What to watch on TV this week

OJ: Made in America, Fake News, Three Girls, Conor Pope, Luisa Omielan and The Keepers

OJ Simpson during his murder trial. Photograph: ESPN Films

OJ Simpson during his murder trial. Photograph: ESPN Films

 

OJ: Made in America – Storyville
Monday-Thursday, BBC4, 10pm

Ezra Edelman’s mammoth Oscar-winning documentary telling the story of the rise and fall of OJ Simpson spanning three decades. Split into five parts by BBC, the story began last night with the tale of OJ’s rise to fame through college football, his NFL career, his move to Hollywood and his meeting of Nicole Brown. The drama continues tonight with a further exploration of America’s two greatest fixations – race and celebrity.

The Fake News Show
Monday, Channel 4, 8.30pm

Having first aired as a one-off episode during Channel 4’s Fake News Week earlier this year, Stephen Mangan returns for a new series proper of the panel show. Along with team captains Katherine Ryan and Richard Osman, Mangan aims to “the wobbly façade of fake news, disect the outlandish headlines, wild lies, dodgy Photoshops and all-too-believable viral clips that have pushed post-truth to the front pages.” Good luck with that.

Three Girls
Tuesday, Wednesday, Thursday, BBC One, 9pm

In May 2012, 12 men were charged with sex-trafficking and rape of underage girls in the Rochdale area of Manchester. The gang groomed up to 47 vulnerable young teenagers, plying them with drink and drugs, and passing them round to friends and even family for sex. The perpetrators were mostly British Pakistanis, many of them respected family men, and police were accused of being slow to investigate for fear of being seen as racist.

Liv Hill, Molly Windsor and Ria Zmitrowicz in Three Girls. Photograph: BBC
Liv Hill, Molly Windsor and Ria Zmitrowicz in Three Girls. Photograph: BBC

When some of the victims tried to tell their story, they were ignored by the authorities. This three-part dramatisation tells the story of the Rochdale sex abuse ring from the perspective of three of the victims, Holly, Ruby and Amber, who are drawn into a frightening world of abuse, exploitation and betrayal. Maxine Peake plays sexual health worker Sara, who is determined to help the girls get their voices heard.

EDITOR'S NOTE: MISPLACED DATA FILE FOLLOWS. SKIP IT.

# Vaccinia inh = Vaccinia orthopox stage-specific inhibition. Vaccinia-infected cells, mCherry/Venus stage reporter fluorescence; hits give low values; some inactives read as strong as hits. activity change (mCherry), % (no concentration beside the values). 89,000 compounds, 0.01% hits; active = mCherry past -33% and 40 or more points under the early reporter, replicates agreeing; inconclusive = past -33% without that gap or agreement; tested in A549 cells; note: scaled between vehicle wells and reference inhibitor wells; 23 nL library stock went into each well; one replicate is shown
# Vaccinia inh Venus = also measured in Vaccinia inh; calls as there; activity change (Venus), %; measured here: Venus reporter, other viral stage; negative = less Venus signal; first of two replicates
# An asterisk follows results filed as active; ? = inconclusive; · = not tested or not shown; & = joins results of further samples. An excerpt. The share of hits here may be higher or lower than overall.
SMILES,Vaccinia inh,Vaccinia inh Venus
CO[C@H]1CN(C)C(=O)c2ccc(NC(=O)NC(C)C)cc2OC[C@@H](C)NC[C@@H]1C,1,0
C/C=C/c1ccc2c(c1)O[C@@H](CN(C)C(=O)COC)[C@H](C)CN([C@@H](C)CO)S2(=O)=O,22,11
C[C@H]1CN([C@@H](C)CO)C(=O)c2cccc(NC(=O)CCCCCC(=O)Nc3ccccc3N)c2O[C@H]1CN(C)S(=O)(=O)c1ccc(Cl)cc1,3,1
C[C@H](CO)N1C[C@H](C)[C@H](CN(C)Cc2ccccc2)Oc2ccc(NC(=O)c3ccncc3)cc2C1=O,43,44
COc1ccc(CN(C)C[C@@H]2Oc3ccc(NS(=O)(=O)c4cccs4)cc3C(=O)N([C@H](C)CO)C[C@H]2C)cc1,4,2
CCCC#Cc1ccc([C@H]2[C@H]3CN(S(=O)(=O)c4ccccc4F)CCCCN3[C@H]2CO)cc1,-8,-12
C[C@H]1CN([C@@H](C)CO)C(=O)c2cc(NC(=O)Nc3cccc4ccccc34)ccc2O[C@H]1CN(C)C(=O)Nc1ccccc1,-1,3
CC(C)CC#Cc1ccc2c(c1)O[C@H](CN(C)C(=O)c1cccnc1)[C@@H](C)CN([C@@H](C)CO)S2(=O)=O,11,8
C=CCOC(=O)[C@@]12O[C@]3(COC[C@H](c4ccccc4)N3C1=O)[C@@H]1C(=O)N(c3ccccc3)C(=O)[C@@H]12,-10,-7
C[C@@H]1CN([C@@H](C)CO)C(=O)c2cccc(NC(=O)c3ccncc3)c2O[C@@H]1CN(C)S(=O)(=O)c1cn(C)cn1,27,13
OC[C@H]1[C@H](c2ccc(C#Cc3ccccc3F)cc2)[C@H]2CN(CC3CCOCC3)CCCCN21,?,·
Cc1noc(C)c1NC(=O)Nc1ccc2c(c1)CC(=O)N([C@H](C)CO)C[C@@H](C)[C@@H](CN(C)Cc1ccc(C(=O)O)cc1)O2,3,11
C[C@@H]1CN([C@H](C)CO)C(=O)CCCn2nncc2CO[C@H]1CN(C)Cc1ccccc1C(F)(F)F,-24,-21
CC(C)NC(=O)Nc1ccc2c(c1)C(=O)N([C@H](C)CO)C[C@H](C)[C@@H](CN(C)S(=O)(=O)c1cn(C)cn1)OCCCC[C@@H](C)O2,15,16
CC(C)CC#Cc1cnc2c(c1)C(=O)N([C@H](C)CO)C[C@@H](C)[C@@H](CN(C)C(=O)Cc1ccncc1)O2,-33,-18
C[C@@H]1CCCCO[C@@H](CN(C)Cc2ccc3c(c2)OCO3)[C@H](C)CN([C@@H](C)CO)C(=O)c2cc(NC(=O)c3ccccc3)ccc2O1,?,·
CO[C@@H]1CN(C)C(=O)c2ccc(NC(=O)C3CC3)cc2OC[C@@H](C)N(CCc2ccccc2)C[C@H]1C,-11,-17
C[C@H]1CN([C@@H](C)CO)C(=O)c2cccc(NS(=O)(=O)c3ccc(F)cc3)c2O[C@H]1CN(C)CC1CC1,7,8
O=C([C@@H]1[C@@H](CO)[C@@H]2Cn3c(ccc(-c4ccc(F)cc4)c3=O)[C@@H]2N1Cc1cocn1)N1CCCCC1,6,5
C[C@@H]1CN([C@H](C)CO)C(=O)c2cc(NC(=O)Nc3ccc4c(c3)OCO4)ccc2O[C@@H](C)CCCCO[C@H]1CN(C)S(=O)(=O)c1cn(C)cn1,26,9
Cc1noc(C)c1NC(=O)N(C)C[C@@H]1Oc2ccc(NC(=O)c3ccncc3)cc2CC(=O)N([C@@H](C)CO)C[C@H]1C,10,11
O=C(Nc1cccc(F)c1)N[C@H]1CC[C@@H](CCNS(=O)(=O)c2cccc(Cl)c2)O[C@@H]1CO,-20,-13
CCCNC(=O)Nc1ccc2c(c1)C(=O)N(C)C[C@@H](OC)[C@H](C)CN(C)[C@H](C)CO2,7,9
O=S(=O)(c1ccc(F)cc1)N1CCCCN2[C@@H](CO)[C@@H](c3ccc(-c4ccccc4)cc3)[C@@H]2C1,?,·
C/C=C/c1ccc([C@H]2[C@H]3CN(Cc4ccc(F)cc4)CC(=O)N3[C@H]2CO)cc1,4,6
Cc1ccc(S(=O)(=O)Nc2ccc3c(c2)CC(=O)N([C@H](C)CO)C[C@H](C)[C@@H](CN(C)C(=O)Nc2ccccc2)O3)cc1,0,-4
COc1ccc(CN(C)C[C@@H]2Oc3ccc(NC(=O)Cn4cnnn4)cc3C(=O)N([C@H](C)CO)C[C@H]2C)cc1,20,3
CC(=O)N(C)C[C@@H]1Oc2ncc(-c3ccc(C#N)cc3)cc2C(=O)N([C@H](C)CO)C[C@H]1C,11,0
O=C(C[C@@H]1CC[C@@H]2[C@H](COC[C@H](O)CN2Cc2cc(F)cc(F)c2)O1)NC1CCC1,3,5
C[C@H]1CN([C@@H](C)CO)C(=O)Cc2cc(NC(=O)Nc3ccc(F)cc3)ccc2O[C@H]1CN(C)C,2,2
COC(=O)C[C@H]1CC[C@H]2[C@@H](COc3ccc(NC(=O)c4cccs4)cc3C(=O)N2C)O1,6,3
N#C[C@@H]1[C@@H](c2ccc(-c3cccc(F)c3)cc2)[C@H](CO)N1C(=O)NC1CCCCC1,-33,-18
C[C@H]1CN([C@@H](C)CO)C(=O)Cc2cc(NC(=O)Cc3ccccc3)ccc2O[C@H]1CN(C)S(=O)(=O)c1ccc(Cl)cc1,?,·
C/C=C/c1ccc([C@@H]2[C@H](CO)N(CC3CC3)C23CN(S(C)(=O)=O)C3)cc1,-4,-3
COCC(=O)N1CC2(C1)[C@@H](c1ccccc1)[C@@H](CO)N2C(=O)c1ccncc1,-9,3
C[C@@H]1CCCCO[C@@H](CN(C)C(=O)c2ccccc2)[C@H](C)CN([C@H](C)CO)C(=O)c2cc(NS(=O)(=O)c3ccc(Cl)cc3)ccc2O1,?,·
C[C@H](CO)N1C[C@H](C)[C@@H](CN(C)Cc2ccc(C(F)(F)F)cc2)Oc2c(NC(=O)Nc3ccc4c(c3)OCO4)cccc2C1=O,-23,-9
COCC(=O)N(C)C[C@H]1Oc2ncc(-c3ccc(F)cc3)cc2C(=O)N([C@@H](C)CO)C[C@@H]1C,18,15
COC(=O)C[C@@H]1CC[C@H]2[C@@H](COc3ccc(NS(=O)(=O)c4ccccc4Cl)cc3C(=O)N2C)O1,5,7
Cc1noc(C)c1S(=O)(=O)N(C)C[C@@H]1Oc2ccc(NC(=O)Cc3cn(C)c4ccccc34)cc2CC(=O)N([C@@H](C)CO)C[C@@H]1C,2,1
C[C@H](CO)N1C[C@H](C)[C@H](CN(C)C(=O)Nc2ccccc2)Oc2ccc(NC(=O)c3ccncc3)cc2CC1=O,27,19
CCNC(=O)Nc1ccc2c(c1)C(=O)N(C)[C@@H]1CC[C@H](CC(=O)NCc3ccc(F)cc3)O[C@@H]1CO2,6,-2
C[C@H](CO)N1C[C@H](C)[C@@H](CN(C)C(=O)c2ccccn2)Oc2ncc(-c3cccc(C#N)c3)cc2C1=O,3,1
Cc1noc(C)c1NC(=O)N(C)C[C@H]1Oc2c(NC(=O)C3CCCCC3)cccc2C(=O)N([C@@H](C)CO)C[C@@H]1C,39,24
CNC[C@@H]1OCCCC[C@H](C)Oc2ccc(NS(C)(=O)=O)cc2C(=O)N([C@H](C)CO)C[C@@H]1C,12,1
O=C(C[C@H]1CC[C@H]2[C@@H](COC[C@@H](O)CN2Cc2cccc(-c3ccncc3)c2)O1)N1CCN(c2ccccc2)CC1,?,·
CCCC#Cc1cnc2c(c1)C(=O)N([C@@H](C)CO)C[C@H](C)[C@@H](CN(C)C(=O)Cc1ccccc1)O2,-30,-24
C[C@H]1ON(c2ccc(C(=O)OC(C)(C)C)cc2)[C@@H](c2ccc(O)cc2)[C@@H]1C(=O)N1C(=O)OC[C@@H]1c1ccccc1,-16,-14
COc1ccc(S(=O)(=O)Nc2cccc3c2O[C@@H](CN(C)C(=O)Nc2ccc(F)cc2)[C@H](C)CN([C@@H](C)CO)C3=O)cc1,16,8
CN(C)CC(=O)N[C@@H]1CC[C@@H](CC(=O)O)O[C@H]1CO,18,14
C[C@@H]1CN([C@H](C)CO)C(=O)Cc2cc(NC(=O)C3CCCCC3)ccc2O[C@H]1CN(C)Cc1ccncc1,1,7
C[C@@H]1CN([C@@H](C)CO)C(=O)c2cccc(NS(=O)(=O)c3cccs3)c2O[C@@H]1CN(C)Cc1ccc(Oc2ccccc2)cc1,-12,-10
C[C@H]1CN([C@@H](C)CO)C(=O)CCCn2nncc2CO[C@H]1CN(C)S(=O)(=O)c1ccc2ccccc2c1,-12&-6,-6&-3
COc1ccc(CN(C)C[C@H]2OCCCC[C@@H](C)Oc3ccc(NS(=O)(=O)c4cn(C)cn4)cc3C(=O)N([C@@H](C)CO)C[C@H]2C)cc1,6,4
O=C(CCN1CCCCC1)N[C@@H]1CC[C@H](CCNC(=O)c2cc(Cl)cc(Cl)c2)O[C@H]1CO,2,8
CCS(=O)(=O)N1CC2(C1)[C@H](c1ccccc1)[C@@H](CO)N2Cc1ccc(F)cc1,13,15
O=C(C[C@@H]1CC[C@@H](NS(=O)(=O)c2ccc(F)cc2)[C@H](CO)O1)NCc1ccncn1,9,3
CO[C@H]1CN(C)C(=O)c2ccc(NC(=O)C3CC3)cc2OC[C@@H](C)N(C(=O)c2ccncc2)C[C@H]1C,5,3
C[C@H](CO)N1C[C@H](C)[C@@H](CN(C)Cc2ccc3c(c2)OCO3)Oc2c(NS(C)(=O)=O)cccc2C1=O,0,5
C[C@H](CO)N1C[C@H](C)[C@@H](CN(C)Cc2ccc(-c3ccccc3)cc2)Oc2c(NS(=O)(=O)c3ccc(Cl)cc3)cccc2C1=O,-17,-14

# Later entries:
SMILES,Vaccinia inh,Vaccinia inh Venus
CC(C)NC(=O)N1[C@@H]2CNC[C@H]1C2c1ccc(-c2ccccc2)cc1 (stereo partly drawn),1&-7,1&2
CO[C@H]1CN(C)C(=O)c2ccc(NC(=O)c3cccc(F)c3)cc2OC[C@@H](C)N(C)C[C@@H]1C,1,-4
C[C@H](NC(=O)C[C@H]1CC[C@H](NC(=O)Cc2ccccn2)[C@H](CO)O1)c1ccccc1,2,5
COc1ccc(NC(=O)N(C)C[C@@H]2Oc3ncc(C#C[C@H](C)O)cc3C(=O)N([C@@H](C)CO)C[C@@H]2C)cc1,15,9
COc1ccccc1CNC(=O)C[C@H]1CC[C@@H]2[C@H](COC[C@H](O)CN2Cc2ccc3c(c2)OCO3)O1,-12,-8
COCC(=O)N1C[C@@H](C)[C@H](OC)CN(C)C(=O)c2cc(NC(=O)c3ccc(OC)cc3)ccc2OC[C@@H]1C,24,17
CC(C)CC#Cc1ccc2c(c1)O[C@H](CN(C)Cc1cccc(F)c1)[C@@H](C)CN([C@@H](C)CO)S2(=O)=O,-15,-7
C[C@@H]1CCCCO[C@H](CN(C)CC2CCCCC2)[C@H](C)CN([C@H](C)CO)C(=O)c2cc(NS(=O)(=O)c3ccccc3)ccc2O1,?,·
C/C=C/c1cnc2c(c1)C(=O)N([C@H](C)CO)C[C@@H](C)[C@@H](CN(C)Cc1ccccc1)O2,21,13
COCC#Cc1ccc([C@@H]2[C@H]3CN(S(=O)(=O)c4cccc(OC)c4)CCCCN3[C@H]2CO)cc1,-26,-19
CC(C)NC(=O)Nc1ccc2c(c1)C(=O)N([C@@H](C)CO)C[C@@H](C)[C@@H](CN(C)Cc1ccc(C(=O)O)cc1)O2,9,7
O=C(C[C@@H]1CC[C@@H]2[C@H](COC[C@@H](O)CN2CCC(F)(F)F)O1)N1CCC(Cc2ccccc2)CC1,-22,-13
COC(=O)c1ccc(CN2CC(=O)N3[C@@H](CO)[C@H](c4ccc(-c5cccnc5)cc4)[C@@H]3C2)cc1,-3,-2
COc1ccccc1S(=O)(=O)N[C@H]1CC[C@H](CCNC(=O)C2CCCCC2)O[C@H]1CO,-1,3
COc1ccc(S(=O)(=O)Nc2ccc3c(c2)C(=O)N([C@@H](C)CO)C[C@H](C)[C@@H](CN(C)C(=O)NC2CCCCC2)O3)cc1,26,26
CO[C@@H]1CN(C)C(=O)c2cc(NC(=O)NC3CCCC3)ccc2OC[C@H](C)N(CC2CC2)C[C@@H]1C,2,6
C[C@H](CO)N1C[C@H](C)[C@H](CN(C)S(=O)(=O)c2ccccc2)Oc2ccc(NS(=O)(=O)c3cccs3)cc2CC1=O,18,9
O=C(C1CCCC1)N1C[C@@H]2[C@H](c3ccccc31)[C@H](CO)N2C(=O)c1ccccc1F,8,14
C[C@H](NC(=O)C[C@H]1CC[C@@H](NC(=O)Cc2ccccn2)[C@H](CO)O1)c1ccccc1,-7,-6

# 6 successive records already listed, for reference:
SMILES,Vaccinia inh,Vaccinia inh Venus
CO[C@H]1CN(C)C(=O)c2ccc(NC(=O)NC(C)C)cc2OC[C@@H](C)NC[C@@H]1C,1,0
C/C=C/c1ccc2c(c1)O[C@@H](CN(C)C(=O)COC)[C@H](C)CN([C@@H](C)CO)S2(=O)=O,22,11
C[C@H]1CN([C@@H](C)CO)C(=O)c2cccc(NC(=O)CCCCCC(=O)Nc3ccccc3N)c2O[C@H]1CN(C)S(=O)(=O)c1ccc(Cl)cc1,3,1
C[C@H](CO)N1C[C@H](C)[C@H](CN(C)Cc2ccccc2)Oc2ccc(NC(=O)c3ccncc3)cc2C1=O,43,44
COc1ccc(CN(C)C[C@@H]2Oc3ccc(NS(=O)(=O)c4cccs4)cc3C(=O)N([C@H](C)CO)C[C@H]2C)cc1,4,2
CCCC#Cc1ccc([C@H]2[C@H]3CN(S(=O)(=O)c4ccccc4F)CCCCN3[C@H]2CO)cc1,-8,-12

Conor Pope’s Consumer 999
Thursday, TV3, 8.30

Conor Pope. Photograph: Matt Kavanagh
Conor Pope. Photograph: Matt Kavanagh

He’s the bane of dodgy dealers, cowboy builders and rogue traders, and now Conor Pope is back to help us avoid scams and sharp practice. As anyone who watched his first series knows, Pope’s not afraid to confront the conmen and demand that they mend their fraudulent ways, and in this new series, promises to expose more companies who are misleading their customers, along with providing valuable consumer tips, advice and insights.

Luisa Omielan’s What Would Beyonce Do?!
BBC One, Friday, 11.55pm

Born in Birmingham to parents of Polish descent, Luisa Omielan’s has been a rising star of the stand-up circuit for a few years now, and has her efforts rewarded with this one-off comedy special for the BBC. “What Would Beyoncé Do?” is Omielan’s hit show from the Edinburgh Fringe, and sees the comedian attempting to solve a number of issues by imagining how the singer would tackle them.

The Keepers
Netflix, from Friday

Who killed Sister Cathy? Following the huge success of Making A Murderer, Netflix is premiering its latest true crime series. Director Ryan White travels to Baltimore to try to uncover a long-buried murder mystery, the death of local nun and high-school teacher Sister Cathy Cesnik. The nun, well-loved in her community, went missing in November 1969, and her body was found two months later.

The murder was never solved, but in the 1990s, a former student of Sister Cathy – “Jane Doe” – came forward with a horrific story of sexual abuse by the school’s chaplain. She claimed the chaplain showed her Sister Cathy’s body. White, whose aunt was one of Sister Cathy’s students in Baltimore, became fascinated by the story, and tracked down “Jane Doe” to interview her. He also had conversations with friends, relatives, officials and others in Baltimore, including two of Sister Cathy’s former students who have been conducting their own investigation over the years. White began his quest long before Making a Murderer came out, and he’s managed to delve deep into a community that’s still coming to terms with the dark secrets that lie buried in its local history.

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